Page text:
By Tim McNichols
It’s safe to say that you’d be hard pressed to find an association executive who honestly believed upon entering college or the work force that they’d be working for a trade association in the prime years of their careers. But here we are and most of us are glad we’re here.
As a colleague of mine likes to joke when we run into a decision-making roadblock: “When you come to a fork in the road, just take it.”
For those of us working directly for an association, or in a related organization, it seems many of us have stumbled into this “business.” We came from the for-profit world or possibly right out of college into a world that is clearly different from the stockholder-driven, bottom line environment in which most of our peers toil.
Being part of a member-centric organization has its own set of unique challenges and the solutions to these challenges really aren’t covered in a training program. They have to be learned as part of your trial-by-fire initiation into the world of not-for-profit/non-profit management.
When I accepted my first association job–running publications, trade shows and early Internet offerings at ASM International (formally the American Society of Metals)–I thought I could leverage the valuable b-to-b media experience I’d gained at GIE Media, The McGraw-Hill Companies and other bottom-line media companies. Not exactly.
The most difficult part about going from the for-profit world to the association world was accepting that the departments I depended on and the programs I ran were not necessarily viewed as businesses. As is the case at many associations, not all the actual expenses related to the member communications programs are taken into account from a traditional publisher’s P&L perspective. This sometimes makes it hard to gauge what a media property’s true cost to the association is, how its revenue should be applied or even if the publication is covering its real costs.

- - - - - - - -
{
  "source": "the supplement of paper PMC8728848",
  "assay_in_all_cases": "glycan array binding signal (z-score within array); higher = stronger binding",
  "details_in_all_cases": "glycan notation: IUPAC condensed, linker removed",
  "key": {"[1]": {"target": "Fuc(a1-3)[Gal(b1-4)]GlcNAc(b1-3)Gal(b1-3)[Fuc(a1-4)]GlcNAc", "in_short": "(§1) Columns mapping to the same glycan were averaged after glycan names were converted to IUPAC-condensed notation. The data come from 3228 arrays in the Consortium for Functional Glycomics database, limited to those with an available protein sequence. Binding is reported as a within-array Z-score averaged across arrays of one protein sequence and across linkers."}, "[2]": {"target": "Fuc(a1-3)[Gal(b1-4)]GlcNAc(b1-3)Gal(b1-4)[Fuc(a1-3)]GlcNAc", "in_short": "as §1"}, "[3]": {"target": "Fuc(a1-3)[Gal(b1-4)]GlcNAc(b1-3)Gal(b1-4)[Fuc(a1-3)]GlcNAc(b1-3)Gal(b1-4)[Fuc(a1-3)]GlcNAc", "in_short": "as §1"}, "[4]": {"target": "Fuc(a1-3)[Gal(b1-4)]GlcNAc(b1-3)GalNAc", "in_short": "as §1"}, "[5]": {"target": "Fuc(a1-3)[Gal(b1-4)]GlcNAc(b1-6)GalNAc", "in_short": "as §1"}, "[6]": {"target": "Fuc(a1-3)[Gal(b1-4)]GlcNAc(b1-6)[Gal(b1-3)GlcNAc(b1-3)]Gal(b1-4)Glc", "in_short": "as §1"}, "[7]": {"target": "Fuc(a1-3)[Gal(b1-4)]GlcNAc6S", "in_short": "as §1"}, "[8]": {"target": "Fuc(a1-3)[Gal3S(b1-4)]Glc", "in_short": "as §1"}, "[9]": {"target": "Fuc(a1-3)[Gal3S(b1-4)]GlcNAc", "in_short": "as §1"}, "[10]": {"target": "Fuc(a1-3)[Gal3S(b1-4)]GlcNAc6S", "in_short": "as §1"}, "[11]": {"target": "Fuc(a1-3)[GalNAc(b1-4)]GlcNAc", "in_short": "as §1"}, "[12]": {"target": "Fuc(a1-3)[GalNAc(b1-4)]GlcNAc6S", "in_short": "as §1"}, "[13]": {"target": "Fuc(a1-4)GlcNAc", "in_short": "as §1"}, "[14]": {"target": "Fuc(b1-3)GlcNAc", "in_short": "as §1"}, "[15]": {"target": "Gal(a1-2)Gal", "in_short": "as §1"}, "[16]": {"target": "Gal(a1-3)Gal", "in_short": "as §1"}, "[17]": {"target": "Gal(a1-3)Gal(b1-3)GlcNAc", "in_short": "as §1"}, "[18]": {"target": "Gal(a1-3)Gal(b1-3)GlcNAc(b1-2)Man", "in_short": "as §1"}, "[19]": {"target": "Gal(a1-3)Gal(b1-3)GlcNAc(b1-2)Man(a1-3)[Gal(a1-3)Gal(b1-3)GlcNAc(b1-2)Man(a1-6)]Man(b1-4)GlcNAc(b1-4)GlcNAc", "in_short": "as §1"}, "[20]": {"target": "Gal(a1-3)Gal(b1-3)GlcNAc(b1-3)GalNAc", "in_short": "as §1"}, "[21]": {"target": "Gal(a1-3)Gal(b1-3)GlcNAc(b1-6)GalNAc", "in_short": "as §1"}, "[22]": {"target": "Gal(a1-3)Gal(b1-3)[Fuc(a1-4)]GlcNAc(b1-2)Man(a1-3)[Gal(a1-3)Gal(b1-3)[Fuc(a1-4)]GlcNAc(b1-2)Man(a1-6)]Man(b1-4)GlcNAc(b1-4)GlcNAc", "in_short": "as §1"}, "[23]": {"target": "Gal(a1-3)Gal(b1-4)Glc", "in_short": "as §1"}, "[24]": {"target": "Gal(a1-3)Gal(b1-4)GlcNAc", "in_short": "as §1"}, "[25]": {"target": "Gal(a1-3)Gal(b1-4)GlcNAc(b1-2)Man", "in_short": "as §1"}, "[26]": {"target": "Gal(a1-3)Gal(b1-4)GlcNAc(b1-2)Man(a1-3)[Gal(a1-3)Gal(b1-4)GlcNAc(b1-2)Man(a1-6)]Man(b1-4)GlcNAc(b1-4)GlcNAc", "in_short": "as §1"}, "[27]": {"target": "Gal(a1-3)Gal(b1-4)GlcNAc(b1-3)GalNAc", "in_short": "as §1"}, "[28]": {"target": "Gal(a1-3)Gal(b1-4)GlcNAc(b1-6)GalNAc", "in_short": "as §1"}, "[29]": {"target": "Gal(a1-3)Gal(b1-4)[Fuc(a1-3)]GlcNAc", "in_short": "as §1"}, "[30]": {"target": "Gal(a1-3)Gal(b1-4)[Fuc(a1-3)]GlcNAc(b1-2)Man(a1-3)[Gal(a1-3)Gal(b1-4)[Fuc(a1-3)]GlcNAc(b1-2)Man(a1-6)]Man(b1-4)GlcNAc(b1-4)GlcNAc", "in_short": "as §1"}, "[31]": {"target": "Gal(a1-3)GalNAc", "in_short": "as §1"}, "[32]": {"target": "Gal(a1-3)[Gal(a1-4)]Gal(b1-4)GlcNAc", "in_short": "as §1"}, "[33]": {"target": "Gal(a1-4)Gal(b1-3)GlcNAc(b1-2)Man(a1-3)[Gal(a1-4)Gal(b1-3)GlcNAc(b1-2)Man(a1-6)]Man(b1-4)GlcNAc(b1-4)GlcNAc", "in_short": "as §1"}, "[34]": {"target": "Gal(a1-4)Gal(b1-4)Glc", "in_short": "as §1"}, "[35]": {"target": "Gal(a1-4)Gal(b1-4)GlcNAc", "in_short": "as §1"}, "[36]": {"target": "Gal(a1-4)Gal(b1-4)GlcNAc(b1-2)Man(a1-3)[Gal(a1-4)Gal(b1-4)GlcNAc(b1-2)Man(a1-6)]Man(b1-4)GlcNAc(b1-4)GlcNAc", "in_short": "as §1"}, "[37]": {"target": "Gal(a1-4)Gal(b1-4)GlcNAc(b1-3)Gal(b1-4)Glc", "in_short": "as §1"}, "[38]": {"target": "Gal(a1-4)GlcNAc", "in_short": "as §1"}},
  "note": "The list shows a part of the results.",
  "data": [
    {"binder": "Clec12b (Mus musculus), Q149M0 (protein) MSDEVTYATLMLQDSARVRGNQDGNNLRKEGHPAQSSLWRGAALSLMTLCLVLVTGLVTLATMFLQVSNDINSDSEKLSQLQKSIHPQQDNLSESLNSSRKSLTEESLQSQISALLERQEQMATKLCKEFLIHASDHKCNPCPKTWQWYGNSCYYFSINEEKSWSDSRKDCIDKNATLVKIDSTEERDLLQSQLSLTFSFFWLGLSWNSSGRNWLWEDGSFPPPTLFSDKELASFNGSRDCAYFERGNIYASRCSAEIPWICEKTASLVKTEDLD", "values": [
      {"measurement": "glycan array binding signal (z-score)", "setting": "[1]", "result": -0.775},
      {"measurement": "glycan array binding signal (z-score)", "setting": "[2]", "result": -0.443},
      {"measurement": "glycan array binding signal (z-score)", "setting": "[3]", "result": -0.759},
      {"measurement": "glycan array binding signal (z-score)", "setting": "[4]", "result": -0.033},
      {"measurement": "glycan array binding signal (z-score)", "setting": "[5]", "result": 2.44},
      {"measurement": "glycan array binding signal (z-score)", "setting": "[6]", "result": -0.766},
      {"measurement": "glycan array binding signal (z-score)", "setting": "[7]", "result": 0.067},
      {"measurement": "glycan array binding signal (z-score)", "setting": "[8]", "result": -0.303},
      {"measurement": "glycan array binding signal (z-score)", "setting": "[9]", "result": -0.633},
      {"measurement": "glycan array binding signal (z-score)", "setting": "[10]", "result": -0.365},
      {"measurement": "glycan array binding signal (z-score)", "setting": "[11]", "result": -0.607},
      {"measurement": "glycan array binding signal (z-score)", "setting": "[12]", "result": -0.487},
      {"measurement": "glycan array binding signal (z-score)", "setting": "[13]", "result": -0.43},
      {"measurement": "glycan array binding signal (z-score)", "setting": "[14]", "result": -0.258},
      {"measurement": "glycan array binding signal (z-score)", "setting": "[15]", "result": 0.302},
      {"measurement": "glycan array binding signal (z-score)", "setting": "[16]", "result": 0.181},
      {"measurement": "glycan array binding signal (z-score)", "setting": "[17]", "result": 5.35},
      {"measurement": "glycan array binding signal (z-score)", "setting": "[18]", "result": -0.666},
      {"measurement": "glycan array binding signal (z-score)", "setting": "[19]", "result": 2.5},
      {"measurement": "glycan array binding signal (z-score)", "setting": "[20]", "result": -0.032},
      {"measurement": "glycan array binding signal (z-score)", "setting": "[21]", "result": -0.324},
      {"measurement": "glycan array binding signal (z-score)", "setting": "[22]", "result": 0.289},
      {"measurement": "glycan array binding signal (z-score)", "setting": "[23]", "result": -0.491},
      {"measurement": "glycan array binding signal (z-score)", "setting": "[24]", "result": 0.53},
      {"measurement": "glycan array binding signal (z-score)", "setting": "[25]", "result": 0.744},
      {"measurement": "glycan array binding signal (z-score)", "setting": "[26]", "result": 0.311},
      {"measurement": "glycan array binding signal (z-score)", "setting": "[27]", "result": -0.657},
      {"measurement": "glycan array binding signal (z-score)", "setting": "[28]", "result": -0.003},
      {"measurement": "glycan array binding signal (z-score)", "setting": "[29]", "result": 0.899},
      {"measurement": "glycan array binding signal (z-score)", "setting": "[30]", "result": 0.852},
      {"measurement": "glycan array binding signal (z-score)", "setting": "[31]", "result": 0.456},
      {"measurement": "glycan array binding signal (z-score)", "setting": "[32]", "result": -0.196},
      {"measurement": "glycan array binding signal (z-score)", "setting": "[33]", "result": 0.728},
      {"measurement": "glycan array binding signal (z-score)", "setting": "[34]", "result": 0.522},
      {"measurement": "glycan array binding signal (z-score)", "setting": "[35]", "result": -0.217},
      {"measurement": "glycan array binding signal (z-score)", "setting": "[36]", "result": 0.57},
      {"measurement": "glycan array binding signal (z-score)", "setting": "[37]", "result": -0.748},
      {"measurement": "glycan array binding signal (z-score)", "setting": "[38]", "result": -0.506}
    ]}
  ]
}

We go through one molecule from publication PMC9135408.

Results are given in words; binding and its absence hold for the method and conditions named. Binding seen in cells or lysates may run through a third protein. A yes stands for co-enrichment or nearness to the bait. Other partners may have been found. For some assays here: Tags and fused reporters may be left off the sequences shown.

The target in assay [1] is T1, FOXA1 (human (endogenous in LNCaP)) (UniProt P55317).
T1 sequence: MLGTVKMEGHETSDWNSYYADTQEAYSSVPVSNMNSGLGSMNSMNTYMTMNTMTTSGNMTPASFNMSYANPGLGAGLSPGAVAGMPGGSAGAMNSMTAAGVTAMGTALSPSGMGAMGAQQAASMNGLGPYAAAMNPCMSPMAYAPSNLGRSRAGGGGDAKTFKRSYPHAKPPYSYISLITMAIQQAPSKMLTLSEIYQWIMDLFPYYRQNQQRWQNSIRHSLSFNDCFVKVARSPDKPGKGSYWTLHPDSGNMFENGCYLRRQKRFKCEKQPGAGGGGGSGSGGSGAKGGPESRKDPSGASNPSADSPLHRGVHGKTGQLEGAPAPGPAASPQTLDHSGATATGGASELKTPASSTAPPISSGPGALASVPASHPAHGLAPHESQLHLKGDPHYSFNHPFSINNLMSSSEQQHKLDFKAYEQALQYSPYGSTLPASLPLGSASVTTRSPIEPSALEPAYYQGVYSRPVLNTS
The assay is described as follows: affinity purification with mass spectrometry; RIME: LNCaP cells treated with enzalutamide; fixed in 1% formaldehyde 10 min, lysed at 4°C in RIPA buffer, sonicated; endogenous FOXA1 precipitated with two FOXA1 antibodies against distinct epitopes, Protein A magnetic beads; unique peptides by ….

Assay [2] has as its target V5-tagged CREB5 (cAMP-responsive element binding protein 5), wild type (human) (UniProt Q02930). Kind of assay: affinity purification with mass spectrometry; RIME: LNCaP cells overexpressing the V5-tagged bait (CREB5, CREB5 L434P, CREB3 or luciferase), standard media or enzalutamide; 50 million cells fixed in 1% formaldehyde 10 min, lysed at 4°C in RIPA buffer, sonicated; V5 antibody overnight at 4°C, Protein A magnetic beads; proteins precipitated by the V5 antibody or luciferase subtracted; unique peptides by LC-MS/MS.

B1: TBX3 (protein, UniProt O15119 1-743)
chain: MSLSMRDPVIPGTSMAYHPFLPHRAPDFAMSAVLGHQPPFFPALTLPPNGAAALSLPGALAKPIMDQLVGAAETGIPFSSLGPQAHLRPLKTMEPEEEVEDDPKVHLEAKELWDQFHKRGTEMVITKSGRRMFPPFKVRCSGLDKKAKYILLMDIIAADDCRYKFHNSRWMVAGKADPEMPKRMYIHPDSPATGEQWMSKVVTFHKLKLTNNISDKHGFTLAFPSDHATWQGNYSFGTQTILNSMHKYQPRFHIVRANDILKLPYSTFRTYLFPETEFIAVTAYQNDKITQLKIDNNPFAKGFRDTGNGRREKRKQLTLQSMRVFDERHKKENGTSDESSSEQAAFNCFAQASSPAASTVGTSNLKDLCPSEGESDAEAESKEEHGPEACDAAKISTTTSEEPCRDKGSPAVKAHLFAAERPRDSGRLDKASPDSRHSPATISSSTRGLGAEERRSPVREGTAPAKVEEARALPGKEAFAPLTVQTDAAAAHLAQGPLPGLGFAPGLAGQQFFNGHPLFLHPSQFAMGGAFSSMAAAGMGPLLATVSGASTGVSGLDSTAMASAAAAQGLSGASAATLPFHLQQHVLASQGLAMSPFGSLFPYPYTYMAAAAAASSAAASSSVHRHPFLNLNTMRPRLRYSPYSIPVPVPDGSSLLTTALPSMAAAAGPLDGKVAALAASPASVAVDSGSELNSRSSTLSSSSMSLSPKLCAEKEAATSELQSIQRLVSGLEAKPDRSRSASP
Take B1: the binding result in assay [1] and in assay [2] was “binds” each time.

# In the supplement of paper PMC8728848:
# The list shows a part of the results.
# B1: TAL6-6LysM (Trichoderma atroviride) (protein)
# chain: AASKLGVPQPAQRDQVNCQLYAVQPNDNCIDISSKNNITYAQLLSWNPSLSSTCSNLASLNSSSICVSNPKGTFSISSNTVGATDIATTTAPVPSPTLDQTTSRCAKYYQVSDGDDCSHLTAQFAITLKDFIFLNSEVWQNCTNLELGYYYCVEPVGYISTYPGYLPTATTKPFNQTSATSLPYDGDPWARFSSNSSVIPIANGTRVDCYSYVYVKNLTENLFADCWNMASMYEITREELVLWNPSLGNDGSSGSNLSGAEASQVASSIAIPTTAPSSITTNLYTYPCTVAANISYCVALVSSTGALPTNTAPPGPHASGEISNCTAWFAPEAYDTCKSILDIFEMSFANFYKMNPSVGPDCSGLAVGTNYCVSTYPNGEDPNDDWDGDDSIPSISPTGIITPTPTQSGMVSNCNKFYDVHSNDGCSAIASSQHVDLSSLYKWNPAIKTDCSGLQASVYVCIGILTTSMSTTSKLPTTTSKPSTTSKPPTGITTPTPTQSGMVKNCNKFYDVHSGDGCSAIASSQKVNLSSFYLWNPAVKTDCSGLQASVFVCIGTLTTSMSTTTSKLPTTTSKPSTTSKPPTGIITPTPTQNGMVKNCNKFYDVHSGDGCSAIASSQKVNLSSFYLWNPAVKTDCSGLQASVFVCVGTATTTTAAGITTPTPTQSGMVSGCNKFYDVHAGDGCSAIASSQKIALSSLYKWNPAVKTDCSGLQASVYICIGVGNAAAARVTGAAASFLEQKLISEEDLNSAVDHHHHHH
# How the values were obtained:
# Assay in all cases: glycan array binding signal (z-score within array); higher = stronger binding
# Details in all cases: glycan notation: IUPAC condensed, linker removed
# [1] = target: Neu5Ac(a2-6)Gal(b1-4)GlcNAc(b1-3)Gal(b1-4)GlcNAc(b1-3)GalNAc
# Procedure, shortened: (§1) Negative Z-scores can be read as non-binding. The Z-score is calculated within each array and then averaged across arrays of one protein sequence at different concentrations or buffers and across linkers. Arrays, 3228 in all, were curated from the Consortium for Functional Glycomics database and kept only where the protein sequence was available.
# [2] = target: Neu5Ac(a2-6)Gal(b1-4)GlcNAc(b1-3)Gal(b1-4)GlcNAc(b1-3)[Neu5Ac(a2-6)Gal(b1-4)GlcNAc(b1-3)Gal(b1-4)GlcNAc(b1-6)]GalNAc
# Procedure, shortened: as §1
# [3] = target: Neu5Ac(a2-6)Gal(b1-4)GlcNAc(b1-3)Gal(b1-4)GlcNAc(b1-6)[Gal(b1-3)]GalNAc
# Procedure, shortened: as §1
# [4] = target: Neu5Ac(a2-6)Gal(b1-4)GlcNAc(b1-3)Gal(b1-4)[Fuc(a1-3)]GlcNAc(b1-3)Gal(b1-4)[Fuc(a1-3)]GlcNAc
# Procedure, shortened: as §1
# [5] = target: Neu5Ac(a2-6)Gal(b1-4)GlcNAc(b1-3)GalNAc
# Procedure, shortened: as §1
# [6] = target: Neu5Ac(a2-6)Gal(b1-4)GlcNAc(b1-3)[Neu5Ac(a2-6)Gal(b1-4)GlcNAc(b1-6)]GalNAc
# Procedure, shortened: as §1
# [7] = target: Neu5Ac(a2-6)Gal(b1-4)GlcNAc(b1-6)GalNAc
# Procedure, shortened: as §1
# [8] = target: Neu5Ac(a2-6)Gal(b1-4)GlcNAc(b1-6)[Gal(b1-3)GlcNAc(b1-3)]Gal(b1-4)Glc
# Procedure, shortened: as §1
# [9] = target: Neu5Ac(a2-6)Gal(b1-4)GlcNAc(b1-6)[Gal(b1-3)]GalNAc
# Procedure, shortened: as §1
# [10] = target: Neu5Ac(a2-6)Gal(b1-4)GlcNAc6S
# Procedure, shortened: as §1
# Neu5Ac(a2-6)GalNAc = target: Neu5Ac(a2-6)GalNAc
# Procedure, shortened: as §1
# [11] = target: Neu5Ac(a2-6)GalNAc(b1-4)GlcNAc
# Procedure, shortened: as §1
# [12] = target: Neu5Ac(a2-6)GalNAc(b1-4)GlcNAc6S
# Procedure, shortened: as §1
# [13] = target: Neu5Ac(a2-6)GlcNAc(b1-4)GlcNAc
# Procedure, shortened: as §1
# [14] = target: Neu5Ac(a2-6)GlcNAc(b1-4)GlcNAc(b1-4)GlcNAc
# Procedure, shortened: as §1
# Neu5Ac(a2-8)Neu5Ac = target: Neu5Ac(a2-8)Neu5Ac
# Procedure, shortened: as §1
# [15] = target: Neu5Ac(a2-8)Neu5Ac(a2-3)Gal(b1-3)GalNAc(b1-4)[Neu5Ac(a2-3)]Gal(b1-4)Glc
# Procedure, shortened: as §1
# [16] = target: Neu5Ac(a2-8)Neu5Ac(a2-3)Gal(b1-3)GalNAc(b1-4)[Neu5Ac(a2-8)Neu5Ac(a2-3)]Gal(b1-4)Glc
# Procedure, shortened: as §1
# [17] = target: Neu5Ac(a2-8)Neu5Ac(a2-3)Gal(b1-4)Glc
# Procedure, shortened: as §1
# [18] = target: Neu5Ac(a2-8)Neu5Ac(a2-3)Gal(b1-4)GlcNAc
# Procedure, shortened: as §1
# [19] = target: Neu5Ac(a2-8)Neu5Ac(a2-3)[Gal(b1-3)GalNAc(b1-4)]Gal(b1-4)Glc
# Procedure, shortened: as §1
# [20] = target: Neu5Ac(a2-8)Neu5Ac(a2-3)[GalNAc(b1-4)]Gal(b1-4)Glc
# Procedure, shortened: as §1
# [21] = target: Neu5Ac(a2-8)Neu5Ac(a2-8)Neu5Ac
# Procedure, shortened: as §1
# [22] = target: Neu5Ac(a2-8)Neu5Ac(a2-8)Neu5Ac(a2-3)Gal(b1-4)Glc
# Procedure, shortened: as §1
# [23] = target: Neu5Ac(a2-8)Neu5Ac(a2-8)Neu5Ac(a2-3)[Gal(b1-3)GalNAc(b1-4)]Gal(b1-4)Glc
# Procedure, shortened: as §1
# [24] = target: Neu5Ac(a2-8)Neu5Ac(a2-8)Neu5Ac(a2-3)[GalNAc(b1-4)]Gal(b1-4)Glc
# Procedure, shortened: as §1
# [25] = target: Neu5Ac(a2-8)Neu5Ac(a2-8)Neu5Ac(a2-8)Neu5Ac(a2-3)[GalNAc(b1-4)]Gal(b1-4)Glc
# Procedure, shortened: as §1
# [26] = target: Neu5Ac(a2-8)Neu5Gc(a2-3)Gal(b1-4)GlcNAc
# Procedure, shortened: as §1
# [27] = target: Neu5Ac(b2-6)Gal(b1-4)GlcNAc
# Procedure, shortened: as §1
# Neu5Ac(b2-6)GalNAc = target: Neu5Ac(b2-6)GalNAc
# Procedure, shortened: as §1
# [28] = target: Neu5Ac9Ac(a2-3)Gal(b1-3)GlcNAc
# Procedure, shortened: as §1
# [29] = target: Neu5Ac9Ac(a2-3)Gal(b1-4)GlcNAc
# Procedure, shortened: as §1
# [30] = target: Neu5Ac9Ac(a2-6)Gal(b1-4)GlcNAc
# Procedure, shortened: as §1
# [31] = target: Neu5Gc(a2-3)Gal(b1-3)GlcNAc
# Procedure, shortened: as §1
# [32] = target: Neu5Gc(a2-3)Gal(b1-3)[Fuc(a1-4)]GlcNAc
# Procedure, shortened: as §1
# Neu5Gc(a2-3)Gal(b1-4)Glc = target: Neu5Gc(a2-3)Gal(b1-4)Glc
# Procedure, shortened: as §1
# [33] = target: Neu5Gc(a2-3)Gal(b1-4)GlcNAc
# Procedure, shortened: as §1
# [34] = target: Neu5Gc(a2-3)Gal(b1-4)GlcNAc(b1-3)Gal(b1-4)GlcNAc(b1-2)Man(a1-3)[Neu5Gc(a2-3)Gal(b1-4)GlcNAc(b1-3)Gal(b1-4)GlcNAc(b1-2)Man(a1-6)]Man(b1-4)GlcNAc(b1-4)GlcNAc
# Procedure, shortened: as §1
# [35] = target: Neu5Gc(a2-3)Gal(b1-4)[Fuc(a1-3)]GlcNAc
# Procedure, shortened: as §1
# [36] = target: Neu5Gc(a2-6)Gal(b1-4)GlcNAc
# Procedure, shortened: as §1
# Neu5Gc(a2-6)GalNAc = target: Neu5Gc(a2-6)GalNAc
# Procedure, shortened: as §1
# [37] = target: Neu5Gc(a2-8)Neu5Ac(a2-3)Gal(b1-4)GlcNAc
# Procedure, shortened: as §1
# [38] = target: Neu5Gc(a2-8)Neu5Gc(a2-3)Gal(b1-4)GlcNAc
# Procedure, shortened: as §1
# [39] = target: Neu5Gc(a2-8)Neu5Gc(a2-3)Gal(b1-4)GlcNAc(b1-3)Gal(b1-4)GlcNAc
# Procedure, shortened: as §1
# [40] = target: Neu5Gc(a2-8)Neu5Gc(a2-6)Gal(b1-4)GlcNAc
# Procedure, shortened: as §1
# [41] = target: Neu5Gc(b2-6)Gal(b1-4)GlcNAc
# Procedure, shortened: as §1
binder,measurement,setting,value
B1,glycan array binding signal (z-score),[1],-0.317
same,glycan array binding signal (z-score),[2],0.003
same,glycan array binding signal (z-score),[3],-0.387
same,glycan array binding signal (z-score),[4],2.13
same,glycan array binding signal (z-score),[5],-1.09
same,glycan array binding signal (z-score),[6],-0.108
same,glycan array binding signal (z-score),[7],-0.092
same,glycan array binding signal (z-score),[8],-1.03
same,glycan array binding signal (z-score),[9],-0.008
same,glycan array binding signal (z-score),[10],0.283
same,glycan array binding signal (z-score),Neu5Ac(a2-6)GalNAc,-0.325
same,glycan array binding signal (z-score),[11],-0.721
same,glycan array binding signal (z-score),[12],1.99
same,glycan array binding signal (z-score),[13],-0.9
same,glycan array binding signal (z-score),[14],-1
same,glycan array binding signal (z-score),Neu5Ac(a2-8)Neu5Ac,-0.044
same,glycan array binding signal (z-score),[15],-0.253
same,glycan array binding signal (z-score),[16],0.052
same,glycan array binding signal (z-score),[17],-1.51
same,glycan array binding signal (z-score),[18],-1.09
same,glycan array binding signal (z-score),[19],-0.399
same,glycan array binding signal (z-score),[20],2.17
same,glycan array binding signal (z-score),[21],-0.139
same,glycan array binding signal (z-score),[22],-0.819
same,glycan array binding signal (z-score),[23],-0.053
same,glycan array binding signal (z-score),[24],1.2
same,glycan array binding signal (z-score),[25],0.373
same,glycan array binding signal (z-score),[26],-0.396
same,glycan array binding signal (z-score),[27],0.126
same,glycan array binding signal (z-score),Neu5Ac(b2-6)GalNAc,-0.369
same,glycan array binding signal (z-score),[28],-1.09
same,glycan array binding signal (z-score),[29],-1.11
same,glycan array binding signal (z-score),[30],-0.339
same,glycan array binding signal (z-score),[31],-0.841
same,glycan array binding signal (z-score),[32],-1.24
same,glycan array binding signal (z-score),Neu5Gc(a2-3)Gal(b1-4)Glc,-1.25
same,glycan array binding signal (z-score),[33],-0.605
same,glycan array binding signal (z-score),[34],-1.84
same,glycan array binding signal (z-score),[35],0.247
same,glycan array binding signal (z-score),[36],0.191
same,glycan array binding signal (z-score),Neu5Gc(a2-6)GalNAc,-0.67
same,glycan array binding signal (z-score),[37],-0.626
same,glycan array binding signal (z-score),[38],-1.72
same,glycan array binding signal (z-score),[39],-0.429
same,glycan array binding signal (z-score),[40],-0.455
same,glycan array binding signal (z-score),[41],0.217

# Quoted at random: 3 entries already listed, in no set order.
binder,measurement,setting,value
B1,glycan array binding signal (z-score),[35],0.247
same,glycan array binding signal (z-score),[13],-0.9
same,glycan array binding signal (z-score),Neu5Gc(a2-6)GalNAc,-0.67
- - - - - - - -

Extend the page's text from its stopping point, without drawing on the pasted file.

The expenses of many association media properties are “shared” between departments, which further complicates rigid P&L analysis. For example, in many associations the circulation of the membership magazine is tied directly to the membership department. Simple changes to the membership numbers can have huge ramifications when you look at how they might be viewed by advertisers in the magazine – will they still want to support the publication if the numbers are changed dramatically?
The most successful associations have learned to break down the silo mentality of their communication channels (see related story), but at some organizations, each group historically works in its own silo and many advertisers are being contacted by multiple people from the same association for support of their magazines, booth space, conference sponsorships, education/training programs and even the support of the foundation. As many of you know, integrating the communication and support of these channels is a cornerstone of Naylor’s association partnership program.
When the Bottom Line Collides with Member Service
To say my first association job was an eye-opening experience is an understatement. It required a major adjustment to my way of thinking. As I am sure many of you have experienced at some point in your career, the challenge of balancing your members’ needs, your organization’s needs and your marketplace’s needs is not easy. I have come to appreciate the association industry and realized that it truly is an industry made up of thousands of similar, but different groups all doing essentially the same thing–serving the needs of their members. While the organizations are different, the processes and way of doing business are all very similar.
Is There a Path?
So, how do you and your staff wrap your minds around the fact that the association world is a real career choice and that there are many other people in the same position as you–literally and figuratively?
Let’s start with the fact that the economic impact that associations have on this country is nothing to sneeze at. A new study released recently by the American Society of Association Executives & The Center for Association Leadership highlights the significant economic impact of associations on a national and state-by-state basis.
According to the study, California ranked number one in overall association employment (93,912), followed by New York (72,202) and Illinois (63,699). Washington, D.C. ranked highest in employment within trade and professional organizations with 19,781, followed closely by Illinois (19,606).